Terrifyingly toothy new species of pterosaur found in South America

I wouldn't make fun of this strange-looking dinosaur for fear of it swooping down to snatch your fluffy Golden-doodle puppy off the sidewalk when the creatures return from extinction.

Meet Allkauren koi, a pterosaur with arched, membranous wings and needle beak teeth that prowled the primeval skies 190 million years ago.  The flying reptile's fossilized skeleton was recently discovered in the Patagonia area of South America by a team of international researchers directed by Oliver Rauhut from the Paleontological and Geological Museum in Munich, Germany.  In a detailed new research paper published in PeerJ, the paleontologists describe this goofy new species of pterosaur, which lived during the Early Jurassic period.  The pristine skeleton comes from a single location within the Cañadón Asfalto Formation in northern central Chubut Province, Argentina.


The name Allkauren koi is a translation from the native Tehuelche, with Allkauren meaning “ancient brain” and koi being the lake located near the excavation site.  The extinct animal was given this cool official name because of its perfectly preserved and uncrushed braincase. Using computed tomography scans (CT), scientists were able to peek inside the dino-bird's braincase in 3D, inspecting the interior of the skull and inner ear, allowing for observations that may lead to data bridging the evolutionary gaps in these creatures' development.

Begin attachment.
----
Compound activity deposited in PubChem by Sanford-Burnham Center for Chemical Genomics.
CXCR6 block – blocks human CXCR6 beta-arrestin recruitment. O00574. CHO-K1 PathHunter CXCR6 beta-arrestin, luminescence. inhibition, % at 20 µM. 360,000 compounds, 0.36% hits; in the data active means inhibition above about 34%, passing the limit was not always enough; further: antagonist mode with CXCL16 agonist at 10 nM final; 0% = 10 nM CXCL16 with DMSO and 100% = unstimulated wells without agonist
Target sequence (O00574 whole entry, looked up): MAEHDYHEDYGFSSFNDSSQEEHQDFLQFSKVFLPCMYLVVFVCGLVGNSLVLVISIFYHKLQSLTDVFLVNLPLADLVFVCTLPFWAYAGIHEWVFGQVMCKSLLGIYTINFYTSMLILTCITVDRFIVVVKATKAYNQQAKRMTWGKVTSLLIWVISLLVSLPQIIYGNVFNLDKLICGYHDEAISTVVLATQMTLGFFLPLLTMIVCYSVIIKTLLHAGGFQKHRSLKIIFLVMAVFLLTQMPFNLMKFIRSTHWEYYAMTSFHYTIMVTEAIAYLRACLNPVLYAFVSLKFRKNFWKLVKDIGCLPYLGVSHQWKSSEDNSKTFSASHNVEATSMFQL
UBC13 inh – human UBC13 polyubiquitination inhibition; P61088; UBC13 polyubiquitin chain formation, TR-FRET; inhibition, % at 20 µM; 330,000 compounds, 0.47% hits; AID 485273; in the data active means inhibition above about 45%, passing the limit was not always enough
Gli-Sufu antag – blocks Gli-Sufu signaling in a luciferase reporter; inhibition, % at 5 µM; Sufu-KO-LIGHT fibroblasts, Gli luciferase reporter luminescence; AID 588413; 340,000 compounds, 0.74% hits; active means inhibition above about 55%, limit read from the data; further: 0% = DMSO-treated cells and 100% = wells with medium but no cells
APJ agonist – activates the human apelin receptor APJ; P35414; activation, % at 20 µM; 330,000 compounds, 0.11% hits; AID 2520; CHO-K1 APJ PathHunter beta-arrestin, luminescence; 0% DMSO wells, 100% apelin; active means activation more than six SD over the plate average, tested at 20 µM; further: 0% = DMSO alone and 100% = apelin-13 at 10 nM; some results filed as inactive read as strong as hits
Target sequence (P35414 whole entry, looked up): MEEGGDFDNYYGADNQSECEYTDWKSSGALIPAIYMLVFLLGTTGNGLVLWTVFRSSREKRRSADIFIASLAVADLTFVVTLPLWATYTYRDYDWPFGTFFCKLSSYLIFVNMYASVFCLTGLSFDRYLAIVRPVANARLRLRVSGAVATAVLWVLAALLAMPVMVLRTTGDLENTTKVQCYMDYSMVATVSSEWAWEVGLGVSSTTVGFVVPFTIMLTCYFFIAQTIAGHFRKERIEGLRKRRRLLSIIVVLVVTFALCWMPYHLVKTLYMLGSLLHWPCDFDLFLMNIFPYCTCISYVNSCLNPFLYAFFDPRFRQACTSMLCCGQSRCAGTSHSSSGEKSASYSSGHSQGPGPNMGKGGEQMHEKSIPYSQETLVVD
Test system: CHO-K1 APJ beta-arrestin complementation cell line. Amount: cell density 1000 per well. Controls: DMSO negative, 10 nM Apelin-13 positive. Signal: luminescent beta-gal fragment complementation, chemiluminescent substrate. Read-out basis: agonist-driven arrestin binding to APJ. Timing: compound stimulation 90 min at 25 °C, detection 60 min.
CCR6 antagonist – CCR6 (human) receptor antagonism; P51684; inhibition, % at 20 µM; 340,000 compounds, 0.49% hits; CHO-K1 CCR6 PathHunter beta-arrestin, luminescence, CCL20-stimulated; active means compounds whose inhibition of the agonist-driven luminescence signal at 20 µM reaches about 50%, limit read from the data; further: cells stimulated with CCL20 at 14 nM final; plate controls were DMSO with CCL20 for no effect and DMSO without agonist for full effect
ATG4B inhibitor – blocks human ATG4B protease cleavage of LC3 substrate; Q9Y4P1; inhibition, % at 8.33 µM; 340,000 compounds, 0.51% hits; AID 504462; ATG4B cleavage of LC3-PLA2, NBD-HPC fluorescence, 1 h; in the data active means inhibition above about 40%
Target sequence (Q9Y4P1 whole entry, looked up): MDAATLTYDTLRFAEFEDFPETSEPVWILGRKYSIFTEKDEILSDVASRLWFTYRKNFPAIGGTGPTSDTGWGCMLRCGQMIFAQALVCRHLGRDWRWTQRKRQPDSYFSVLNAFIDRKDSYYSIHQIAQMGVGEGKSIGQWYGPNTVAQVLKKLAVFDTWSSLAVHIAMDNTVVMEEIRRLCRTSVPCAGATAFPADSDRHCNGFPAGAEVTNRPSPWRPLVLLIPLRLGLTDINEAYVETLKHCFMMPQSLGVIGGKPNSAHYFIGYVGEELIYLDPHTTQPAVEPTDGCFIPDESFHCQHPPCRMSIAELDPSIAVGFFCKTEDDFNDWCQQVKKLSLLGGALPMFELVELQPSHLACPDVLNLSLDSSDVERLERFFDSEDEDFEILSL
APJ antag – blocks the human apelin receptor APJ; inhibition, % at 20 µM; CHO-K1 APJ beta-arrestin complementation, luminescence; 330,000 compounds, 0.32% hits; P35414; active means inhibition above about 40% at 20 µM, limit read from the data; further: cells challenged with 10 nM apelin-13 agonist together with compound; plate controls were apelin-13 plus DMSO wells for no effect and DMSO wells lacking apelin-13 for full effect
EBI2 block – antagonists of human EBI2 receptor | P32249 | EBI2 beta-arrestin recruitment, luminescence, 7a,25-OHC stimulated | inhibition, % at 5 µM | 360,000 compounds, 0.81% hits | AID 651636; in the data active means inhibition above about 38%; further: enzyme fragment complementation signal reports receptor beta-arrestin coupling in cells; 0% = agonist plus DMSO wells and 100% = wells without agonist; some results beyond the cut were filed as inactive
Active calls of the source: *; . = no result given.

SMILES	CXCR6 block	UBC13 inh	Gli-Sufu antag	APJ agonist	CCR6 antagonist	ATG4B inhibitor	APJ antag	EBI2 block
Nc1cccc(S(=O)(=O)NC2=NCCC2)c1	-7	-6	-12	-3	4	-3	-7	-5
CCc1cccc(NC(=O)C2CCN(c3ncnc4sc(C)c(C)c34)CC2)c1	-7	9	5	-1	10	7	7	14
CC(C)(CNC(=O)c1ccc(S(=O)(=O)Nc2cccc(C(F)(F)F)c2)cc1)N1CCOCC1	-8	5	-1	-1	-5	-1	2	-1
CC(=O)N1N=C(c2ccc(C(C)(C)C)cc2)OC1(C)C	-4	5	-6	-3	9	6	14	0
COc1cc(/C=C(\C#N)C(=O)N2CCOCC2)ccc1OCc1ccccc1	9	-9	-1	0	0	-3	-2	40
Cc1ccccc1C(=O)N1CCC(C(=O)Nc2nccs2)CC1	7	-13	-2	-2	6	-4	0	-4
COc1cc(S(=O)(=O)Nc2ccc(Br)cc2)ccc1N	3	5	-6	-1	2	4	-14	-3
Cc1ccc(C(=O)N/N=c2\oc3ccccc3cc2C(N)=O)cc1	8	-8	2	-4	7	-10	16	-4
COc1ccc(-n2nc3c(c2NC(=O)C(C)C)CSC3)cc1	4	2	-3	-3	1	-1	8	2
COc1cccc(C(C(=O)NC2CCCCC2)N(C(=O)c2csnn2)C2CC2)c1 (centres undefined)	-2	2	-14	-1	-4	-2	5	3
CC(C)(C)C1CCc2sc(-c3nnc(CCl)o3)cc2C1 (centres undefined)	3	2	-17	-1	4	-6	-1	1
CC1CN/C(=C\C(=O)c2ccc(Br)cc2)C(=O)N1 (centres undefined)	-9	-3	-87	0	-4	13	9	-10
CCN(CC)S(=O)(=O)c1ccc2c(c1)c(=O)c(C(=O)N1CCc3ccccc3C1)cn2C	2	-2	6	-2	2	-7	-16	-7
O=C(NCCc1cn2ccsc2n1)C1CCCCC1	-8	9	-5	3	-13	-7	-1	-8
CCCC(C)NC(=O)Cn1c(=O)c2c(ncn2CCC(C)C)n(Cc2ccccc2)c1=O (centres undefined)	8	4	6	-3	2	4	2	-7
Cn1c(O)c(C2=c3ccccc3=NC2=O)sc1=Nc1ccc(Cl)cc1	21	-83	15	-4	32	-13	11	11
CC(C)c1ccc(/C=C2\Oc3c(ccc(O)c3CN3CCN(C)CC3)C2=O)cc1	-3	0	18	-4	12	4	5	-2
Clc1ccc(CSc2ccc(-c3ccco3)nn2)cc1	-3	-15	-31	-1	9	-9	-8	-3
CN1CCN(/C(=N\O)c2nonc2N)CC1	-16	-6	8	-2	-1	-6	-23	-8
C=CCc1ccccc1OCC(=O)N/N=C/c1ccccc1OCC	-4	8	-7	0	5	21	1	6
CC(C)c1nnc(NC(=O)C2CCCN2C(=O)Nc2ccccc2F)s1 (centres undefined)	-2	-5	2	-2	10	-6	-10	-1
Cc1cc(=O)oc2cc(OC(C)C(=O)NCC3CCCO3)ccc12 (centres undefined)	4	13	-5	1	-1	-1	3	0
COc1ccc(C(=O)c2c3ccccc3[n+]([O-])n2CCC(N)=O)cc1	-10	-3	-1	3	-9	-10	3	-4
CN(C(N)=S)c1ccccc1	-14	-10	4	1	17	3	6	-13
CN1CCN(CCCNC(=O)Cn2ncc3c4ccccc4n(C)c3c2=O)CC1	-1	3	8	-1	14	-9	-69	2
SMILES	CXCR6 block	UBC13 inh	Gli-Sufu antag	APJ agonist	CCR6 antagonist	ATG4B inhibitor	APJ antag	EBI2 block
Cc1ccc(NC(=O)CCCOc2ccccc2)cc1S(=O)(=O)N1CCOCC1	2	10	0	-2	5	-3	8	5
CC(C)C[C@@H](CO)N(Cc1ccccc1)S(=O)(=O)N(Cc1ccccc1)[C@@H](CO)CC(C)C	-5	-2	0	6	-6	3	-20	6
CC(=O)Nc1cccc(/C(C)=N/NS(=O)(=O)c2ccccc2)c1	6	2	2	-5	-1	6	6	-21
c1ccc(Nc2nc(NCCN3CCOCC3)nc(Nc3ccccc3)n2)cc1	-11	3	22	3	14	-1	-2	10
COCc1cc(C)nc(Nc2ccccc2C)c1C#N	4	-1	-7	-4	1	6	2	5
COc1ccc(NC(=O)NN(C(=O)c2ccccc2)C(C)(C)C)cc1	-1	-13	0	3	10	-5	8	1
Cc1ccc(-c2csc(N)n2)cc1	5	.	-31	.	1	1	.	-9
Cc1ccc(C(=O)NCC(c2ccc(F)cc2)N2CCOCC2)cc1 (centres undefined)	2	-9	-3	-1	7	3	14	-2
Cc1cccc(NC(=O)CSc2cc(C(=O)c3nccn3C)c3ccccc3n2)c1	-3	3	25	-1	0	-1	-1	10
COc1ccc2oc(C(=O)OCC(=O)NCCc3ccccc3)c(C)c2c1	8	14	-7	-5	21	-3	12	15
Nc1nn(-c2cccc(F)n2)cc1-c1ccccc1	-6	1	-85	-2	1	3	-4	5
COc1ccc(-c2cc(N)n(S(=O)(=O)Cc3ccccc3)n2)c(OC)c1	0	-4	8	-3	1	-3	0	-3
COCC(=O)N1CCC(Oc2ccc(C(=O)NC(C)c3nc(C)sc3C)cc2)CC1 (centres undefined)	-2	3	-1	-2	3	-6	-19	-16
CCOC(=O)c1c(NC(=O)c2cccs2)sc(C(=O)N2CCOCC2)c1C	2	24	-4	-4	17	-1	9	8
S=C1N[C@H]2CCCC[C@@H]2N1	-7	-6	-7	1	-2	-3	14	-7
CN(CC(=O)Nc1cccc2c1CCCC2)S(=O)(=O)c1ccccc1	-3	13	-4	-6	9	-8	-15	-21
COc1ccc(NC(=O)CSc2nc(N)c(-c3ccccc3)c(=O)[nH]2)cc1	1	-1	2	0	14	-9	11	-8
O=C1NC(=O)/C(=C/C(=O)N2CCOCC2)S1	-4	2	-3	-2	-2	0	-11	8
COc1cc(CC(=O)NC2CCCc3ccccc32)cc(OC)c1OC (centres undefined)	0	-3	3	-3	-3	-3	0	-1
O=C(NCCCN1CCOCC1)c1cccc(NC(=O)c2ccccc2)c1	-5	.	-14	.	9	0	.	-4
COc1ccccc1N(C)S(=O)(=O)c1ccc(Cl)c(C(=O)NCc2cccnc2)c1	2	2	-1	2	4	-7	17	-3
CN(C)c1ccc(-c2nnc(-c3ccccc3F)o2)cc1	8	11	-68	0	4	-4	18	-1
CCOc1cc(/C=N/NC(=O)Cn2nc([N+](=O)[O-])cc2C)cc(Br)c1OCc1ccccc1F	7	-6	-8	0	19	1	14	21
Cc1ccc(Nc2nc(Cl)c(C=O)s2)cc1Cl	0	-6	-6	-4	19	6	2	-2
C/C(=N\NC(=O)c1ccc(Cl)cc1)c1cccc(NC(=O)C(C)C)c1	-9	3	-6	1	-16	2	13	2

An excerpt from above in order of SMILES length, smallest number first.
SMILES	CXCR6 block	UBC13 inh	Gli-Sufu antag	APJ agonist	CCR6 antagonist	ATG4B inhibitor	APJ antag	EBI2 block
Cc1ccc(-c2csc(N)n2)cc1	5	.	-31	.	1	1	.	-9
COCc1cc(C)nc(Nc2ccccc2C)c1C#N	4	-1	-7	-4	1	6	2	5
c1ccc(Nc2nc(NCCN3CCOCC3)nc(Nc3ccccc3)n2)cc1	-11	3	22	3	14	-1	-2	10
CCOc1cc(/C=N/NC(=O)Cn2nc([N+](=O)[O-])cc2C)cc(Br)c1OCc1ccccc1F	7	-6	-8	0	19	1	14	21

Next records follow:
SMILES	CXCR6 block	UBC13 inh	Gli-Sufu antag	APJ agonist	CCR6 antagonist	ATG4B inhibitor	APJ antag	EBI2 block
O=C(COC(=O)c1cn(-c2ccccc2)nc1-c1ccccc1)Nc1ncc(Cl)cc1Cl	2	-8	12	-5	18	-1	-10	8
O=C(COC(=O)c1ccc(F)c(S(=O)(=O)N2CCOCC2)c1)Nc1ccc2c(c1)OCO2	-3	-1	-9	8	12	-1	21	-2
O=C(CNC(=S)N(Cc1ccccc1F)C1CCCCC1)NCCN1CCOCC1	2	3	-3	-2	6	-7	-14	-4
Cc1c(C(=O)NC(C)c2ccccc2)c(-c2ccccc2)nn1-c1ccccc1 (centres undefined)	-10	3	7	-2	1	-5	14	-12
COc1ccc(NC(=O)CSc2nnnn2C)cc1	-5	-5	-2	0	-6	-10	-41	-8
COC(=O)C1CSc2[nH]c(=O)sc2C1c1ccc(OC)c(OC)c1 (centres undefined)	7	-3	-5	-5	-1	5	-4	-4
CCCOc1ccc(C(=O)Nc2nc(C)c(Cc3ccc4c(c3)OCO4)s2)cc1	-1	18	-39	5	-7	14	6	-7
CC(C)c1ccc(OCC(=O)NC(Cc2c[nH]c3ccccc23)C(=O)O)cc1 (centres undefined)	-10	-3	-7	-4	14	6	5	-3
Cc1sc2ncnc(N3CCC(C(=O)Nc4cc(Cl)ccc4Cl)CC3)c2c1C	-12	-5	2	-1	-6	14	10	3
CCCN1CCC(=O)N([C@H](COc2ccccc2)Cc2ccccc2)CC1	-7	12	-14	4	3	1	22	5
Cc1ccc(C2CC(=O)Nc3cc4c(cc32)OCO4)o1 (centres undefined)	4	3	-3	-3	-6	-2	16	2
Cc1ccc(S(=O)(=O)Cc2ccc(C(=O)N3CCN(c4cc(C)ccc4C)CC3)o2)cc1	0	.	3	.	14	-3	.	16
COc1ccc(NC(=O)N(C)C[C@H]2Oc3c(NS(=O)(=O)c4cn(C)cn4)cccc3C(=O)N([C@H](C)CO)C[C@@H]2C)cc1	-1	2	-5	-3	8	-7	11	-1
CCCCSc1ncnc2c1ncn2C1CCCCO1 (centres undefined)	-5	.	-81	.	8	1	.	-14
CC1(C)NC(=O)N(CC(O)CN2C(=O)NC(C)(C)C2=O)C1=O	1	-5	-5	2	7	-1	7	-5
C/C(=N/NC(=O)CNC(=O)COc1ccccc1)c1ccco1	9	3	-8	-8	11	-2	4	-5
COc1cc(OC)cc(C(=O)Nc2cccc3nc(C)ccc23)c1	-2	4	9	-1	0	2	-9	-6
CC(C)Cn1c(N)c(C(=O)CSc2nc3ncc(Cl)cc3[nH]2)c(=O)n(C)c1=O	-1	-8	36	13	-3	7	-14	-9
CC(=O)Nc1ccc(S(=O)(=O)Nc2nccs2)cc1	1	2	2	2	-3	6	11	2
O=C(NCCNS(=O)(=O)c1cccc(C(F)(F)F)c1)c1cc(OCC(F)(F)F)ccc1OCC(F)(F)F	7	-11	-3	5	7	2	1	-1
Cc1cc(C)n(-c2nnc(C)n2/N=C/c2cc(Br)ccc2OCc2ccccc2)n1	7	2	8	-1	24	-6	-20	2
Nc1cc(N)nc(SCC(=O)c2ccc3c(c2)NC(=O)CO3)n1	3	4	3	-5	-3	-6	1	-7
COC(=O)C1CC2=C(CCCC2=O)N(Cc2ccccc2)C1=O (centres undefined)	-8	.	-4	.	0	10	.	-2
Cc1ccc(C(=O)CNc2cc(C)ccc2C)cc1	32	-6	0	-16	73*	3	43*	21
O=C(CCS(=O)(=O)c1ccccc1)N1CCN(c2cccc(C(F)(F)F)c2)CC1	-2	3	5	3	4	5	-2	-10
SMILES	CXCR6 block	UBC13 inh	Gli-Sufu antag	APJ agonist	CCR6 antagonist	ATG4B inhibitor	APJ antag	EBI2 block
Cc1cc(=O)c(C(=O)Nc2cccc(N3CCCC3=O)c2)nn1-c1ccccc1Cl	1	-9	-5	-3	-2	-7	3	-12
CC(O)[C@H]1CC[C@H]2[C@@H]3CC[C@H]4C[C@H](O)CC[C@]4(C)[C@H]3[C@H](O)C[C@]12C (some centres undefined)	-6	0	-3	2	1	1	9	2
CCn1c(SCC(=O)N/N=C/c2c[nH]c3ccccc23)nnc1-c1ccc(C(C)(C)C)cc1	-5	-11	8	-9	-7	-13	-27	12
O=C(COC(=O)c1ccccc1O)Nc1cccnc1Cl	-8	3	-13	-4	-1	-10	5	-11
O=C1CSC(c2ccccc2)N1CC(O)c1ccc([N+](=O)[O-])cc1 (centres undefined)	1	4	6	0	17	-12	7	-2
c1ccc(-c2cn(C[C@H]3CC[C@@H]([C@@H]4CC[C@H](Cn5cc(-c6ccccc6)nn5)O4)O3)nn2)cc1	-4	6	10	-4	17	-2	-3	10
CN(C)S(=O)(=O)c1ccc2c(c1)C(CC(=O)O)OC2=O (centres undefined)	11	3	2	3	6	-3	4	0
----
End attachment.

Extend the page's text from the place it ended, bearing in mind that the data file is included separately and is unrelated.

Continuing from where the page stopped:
First appearing in the Late Triassic and flourishing into the Mesozoic, pterosaurs are one of the most mysterious and least understood classes of dinosaurs due to the limited availability of viable fossil speciments.  More than 150 species have been discovered to date.  Since they were airborne, their skeletons were extremely light and subject to splintering and destruction as a result of their fragile pneumatic bones. The term “Uncrushed braincase” means that not only are all the brain bits there, but they’re all positioned in their original life configuration.  

Pterosaurs are usually divided into two major groups, rhamphorhynchoids and pterodactyloids.

Rhamphorhynchoids are referred to as non-pterodactyloids and are mostly characterized by a long tail and short neck and metacarpus, whereas pterodactyloids have a much bigger body size, elongated neck and metacarpus, and a disinctively shorter tail.  This latest dino find should open up new research into its specific neuroanatomy and evolutionary divergences and give researchers a much better understanding of these striking Jurassic pterosaurs.  Watch the skies!

(Via Gizmodo)

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